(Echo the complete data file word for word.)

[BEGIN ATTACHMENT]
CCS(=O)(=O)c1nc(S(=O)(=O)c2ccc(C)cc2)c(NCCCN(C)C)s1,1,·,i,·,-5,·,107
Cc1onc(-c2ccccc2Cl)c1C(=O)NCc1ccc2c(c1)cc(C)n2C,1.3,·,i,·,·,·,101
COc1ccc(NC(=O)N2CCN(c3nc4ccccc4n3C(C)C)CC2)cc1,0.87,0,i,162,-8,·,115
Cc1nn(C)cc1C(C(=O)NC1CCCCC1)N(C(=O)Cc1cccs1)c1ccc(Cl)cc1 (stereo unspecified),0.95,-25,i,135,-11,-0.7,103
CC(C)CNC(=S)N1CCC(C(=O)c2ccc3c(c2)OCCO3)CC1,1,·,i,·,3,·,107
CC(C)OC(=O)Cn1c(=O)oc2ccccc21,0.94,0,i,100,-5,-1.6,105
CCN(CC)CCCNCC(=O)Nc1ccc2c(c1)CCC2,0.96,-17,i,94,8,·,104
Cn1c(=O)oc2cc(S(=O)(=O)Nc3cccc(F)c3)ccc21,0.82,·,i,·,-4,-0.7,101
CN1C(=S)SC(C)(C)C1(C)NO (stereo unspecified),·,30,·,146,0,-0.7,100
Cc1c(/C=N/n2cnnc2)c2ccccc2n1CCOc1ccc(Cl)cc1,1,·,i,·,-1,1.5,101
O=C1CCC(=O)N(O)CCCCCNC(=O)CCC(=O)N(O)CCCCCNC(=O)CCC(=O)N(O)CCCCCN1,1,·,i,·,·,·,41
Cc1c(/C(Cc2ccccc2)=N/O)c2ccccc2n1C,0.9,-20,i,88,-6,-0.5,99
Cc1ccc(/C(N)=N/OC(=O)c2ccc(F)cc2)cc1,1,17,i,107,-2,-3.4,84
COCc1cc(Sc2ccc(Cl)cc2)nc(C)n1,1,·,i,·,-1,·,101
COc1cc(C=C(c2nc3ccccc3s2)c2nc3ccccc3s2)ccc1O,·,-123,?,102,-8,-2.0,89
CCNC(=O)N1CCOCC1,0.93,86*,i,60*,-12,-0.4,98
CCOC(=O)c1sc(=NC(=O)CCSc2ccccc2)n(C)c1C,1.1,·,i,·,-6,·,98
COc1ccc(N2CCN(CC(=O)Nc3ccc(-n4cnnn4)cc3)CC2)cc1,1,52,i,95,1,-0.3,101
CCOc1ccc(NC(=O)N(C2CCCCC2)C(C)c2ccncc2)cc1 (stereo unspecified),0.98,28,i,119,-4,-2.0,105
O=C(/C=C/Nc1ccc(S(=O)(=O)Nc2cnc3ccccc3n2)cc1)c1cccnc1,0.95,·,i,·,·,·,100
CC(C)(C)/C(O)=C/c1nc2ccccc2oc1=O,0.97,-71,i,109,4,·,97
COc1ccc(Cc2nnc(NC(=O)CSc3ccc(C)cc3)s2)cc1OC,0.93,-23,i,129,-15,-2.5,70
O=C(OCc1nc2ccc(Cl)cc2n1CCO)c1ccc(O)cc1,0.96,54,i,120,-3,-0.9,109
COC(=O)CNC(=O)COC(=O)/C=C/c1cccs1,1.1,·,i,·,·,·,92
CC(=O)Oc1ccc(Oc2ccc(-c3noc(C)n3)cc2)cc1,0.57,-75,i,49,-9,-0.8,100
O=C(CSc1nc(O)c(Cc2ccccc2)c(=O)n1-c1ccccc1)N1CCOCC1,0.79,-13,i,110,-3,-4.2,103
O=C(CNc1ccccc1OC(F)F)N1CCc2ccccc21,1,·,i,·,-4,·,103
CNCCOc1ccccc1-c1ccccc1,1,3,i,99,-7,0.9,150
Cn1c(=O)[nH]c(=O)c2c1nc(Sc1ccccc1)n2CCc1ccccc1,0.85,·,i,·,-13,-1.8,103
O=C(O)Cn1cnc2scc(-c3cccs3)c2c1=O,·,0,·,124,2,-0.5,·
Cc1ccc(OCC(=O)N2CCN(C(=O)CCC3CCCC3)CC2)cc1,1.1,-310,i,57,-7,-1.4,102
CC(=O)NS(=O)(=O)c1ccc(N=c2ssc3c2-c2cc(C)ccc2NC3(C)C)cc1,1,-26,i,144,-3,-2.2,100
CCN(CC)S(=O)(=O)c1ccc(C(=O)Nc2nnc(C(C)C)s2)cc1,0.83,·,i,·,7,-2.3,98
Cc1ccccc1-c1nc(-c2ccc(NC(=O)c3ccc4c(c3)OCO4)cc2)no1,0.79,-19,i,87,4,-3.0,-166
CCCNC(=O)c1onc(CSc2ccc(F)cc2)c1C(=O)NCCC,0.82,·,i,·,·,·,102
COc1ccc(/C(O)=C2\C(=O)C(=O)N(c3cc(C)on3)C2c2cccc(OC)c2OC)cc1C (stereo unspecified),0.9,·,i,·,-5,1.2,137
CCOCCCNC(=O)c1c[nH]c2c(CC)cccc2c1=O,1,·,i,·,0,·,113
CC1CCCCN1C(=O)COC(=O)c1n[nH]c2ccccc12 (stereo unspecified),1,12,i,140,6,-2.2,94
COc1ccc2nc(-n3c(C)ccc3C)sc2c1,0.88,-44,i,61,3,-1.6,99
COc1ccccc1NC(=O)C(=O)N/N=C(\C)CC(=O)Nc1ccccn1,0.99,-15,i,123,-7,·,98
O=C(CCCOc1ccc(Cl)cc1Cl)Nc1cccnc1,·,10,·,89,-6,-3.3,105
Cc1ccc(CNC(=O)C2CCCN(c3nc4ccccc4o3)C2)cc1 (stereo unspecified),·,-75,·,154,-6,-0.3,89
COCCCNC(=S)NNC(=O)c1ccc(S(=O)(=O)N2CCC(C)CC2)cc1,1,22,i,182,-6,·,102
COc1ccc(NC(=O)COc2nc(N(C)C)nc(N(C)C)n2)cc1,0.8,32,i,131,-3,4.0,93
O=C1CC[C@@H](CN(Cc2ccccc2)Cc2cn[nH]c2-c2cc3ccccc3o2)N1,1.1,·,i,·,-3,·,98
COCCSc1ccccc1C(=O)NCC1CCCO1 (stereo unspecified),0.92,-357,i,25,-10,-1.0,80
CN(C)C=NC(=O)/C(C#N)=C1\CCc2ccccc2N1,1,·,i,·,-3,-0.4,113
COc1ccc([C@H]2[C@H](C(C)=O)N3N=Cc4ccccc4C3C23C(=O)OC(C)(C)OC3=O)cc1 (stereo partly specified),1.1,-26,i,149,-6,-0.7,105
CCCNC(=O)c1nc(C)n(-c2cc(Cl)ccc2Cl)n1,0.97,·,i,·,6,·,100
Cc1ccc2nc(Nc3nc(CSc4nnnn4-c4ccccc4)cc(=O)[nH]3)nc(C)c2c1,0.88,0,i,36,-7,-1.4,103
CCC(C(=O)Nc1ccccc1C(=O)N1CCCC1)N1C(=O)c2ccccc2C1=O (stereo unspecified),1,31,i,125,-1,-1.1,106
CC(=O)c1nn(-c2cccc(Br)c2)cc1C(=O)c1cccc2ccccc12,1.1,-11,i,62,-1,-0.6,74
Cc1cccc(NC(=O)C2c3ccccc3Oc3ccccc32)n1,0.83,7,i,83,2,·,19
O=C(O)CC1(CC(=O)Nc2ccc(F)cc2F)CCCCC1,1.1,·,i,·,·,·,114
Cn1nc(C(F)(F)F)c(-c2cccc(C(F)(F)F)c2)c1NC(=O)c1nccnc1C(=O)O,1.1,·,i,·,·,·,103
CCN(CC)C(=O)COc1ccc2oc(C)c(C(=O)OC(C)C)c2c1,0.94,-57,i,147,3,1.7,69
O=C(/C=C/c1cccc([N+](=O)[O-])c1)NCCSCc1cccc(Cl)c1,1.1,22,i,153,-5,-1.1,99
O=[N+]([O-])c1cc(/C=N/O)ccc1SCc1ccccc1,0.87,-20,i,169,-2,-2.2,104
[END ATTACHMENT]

CCS(=O)(=O)c1nc(S(=O)(=O)c2ccc(C)cc2)c(NCCCN(C)C)s1,1,·,i,·,-5,·,107
Cc1onc(-c2ccccc2Cl)c1C(=O)NCc1ccc2c(c1)cc(C)n2C,1.3,·,i,·,·,·,101
COc1ccc(NC(=O)N2CCN(c3nc4ccccc4n3C(C)C)CC2)cc1,0.87,0,i,162,-8,·,115
Cc1nn(C)cc1C(C(=O)NC1CCCCC1)N(C(=O)Cc1cccs1)c1ccc(Cl)cc1 (stereo unspecified),0.95,-25,i,135,-11,-0.7,103
CC(C)CNC(=S)N1CCC(C(=O)c2ccc3c(c2)OCCO3)CC1,1,·,i,·,3,·,107
CC(C)OC(=O)Cn1c(=O)oc2ccccc21,0.94,0,i,100,-5,-1.6,105
CCN(CC)CCCNCC(=O)Nc1ccc2c(c1)CCC2,0.96,-17,i,94,8,·,104
Cn1c(=O)oc2cc(S(=O)(=O)Nc3cccc(F)c3)ccc21,0.82,·,i,·,-4,-0.7,101
CN1C(=S)SC(C)(C)C1(C)NO (stereo unspecified),·,30,·,146,0,-0.7,100
Cc1c(/C=N/n2cnnc2)c2ccccc2n1CCOc1ccc(Cl)cc1,1,·,i,·,-1,1.5,101
O=C1CCC(=O)N(O)CCCCCNC(=O)CCC(=O)N(O)CCCCCNC(=O)CCC(=O)N(O)CCCCCN1,1,·,i,·,·,·,41
Cc1c(/C(Cc2ccccc2)=N/O)c2ccccc2n1C,0.9,-20,i,88,-6,-0.5,99
Cc1ccc(/C(N)=N/OC(=O)c2ccc(F)cc2)cc1,1,17,i,107,-2,-3.4,84
COCc1cc(Sc2ccc(Cl)cc2)nc(C)n1,1,·,i,·,-1,·,101
COc1cc(C=C(c2nc3ccccc3s2)c2nc3ccccc3s2)ccc1O,·,-123,?,102,-8,-2.0,89
CCNC(=O)N1CCOCC1,0.93,86*,i,60*,-12,-0.4,98
CCOC(=O)c1sc(=NC(=O)CCSc2ccccc2)n(C)c1C,1.1,·,i,·,-6,·,98
COc1ccc(N2CCN(CC(=O)Nc3ccc(-n4cnnn4)cc3)CC2)cc1,1,52,i,95,1,-0.3,101
CCOc1ccc(NC(=O)N(C2CCCCC2)C(C)c2ccncc2)cc1 (stereo unspecified),0.98,28,i,119,-4,-2.0,105
O=C(/C=C/Nc1ccc(S(=O)(=O)Nc2cnc3ccccc3n2)cc1)c1cccnc1,0.95,·,i,·,·,·,100
CC(C)(C)/C(O)=C/c1nc2ccccc2oc1=O,0.97,-71,i,109,4,·,97
COc1ccc(Cc2nnc(NC(=O)CSc3ccc(C)cc3)s2)cc1OC,0.93,-23,i,129,-15,-2.5,70
O=C(OCc1nc2ccc(Cl)cc2n1CCO)c1ccc(O)cc1,0.96,54,i,120,-3,-0.9,109
COC(=O)CNC(=O)COC(=O)/C=C/c1cccs1,1.1,·,i,·,·,·,92
CC(=O)Oc1ccc(Oc2ccc(-c3noc(C)n3)cc2)cc1,0.57,-75,i,49,-9,-0.8,100
O=C(CSc1nc(O)c(Cc2ccccc2)c(=O)n1-c1ccccc1)N1CCOCC1,0.79,-13,i,110,-3,-4.2,103
O=C(CNc1ccccc1OC(F)F)N1CCc2ccccc21,1,·,i,·,-4,·,103
CNCCOc1ccccc1-c1ccccc1,1,3,i,99,-7,0.9,150
Cn1c(=O)[nH]c(=O)c2c1nc(Sc1ccccc1)n2CCc1ccccc1,0.85,·,i,·,-13,-1.8,103
O=C(O)Cn1cnc2scc(-c3cccs3)c2c1=O,·,0,·,124,2,-0.5,·
Cc1ccc(OCC(=O)N2CCN(C(=O)CCC3CCCC3)CC2)cc1,1.1,-310,i,57,-7,-1.4,102
CC(=O)NS(=O)(=O)c1ccc(N=c2ssc3c2-c2cc(C)ccc2NC3(C)C)cc1,1,-26,i,144,-3,-2.2,100
CCN(CC)S(=O)(=O)c1ccc(C(=O)Nc2nnc(C(C)C)s2)cc1,0.83,·,i,·,7,-2.3,98
Cc1ccccc1-c1nc(-c2ccc(NC(=O)c3ccc4c(c3)OCO4)cc2)no1,0.79,-19,i,87,4,-3.0,-166
CCCNC(=O)c1onc(CSc2ccc(F)cc2)c1C(=O)NCCC,0.82,·,i,·,·,·,102
COc1ccc(/C(O)=C2\C(=O)C(=O)N(c3cc(C)on3)C2c2cccc(OC)c2OC)cc1C (stereo unspecified),0.9,·,i,·,-5,1.2,137
CCOCCCNC(=O)c1c[nH]c2c(CC)cccc2c1=O,1,·,i,·,0,·,113
CC1CCCCN1C(=O)COC(=O)c1n[nH]c2ccccc12 (stereo unspecified),1,12,i,140,6,-2.2,94
COc1ccc2nc(-n3c(C)ccc3C)sc2c1,0.88,-44,i,61,3,-1.6,99
COc1ccccc1NC(=O)C(=O)N/N=C(\C)CC(=O)Nc1ccccn1,0.99,-15,i,123,-7,·,98
O=C(CCCOc1ccc(Cl)cc1Cl)Nc1cccnc1,·,10,·,89,-6,-3.3,105
Cc1ccc(CNC(=O)C2CCCN(c3nc4ccccc4o3)C2)cc1 (stereo unspecified),·,-75,·,154,-6,-0.3,89
COCCCNC(=S)NNC(=O)c1ccc(S(=O)(=O)N2CCC(C)CC2)cc1,1,22,i,182,-6,·,102
COc1ccc(NC(=O)COc2nc(N(C)C)nc(N(C)C)n2)cc1,0.8,32,i,131,-3,4.0,93
O=C1CC[C@@H](CN(Cc2ccccc2)Cc2cn[nH]c2-c2cc3ccccc3o2)N1,1.1,·,i,·,-3,·,98
COCCSc1ccccc1C(=O)NCC1CCCO1 (stereo unspecified),0.92,-357,i,25,-10,-1.0,80
CN(C)C=NC(=O)/C(C#N)=C1\CCc2ccccc2N1,1,·,i,·,-3,-0.4,113
COc1ccc([C@H]2[C@H](C(C)=O)N3N=Cc4ccccc4C3C23C(=O)OC(C)(C)OC3=O)cc1 (stereo partly specified),1.1,-26,i,149,-6,-0.7,105
CCCNC(=O)c1nc(C)n(-c2cc(Cl)ccc2Cl)n1,0.97,·,i,·,6,·,100
Cc1ccc2nc(Nc3nc(CSc4nnnn4-c4ccccc4)cc(=O)[nH]3)nc(C)c2c1,0.88,0,i,36,-7,-1.4,103
CCC(C(=O)Nc1ccccc1C(=O)N1CCCC1)N1C(=O)c2ccccc2C1=O (stereo unspecified),1,31,i,125,-1,-1.1,106
CC(=O)c1nn(-c2cccc(Br)c2)cc1C(=O)c1cccc2ccccc12,1.1,-11,i,62,-1,-0.6,74
Cc1cccc(NC(=O)C2c3ccccc3Oc3ccccc32)n1,0.83,7,i,83,2,·,19
O=C(O)CC1(CC(=O)Nc2ccc(F)cc2F)CCCCC1,1.1,·,i,·,·,·,114
Cn1nc(C(F)(F)F)c(-c2cccc(C(F)(F)F)c2)c1NC(=O)c1nccnc1C(=O)O,1.1,·,i,·,·,·,103
CCN(CC)C(=O)COc1ccc2oc(C)c(C(=O)OC(C)C)c2c1,0.94,-57,i,147,3,1.7,69
O=C(/C=C/c1cccc([N+](=O)[O-])c1)NCCSCc1cccc(Cl)c1,1.1,22,i,153,-5,-1.1,99
O=[N+]([O-])c1cc(/C=N/O)ccc1SCc1ccccc1,0.87,-20,i,169,-2,-2.2,104